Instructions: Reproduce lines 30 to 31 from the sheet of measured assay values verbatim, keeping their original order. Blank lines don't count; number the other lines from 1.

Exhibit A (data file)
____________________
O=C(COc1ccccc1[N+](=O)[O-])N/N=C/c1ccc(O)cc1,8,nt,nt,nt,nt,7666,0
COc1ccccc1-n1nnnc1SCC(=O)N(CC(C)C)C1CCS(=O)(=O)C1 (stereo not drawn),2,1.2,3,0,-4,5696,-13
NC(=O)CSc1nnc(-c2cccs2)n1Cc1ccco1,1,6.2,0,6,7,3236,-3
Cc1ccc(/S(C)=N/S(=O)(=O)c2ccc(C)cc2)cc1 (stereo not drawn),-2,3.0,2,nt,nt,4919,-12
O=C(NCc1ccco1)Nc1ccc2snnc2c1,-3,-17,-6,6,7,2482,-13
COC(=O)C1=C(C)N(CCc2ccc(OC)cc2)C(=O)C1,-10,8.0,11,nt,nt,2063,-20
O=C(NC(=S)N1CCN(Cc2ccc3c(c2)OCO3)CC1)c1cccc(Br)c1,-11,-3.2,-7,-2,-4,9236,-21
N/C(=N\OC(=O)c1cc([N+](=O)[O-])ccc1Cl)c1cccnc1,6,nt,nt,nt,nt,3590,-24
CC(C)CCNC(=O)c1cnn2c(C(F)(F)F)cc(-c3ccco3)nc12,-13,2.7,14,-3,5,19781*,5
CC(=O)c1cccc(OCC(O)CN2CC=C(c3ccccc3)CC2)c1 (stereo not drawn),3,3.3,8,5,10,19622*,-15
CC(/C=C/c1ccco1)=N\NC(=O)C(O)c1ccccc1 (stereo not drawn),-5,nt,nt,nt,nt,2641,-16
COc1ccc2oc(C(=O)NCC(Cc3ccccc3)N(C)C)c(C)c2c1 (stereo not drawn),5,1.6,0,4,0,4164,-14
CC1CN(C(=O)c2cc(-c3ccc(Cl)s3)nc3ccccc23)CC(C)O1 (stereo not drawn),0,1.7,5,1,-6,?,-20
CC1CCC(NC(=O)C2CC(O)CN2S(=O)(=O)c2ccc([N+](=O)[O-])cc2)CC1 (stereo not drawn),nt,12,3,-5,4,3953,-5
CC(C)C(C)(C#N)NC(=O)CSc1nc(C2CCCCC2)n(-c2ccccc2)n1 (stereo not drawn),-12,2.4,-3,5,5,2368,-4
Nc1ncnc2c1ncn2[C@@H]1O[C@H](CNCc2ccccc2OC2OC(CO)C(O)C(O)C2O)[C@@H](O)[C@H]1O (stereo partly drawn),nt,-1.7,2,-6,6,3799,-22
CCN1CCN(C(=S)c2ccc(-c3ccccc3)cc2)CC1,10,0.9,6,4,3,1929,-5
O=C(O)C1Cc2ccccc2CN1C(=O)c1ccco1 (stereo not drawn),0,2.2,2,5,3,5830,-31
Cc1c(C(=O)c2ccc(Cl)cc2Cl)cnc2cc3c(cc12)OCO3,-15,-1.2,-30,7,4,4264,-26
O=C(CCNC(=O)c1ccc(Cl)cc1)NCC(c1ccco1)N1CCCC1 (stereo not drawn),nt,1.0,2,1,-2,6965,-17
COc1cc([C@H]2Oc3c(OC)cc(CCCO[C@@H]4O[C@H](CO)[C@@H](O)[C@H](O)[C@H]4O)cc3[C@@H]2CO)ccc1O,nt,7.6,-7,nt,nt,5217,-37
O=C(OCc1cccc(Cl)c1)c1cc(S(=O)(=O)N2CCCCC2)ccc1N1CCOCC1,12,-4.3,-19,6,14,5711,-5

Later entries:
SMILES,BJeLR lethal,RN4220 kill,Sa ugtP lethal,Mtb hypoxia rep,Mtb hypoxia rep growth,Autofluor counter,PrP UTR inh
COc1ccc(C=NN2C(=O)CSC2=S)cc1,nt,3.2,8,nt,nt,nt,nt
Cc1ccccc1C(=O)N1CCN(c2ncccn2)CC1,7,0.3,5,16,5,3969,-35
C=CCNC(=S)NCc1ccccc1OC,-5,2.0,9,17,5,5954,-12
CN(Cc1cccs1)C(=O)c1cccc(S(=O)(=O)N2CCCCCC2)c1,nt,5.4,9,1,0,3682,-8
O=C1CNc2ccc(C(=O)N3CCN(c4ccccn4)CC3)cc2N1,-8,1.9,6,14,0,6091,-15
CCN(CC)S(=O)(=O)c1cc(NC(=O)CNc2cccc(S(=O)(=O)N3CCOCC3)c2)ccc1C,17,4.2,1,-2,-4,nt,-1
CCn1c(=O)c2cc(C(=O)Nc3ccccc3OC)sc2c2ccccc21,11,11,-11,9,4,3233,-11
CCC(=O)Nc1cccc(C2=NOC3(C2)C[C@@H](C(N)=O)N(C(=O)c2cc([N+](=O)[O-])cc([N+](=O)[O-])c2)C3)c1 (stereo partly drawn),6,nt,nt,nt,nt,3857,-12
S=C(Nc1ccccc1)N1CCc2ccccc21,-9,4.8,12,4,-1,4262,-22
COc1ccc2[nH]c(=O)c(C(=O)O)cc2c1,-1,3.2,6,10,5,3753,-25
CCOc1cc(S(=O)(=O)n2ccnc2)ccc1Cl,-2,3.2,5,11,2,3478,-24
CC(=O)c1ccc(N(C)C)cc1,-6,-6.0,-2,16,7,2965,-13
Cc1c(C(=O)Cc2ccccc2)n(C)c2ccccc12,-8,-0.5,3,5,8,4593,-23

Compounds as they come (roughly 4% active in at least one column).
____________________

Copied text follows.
CCN(CC)S(=O)(=O)c1cc(NC(=O)CNc2cccc(S(=O)(=O)N3CCOCC3)c2)ccc1C,17,4.2,1,-2,-4,nt,-1
CCn1c(=O)c2cc(C(=O)Nc3ccccc3OC)sc2c2ccccc21,11,11,-11,9,4,3233,-11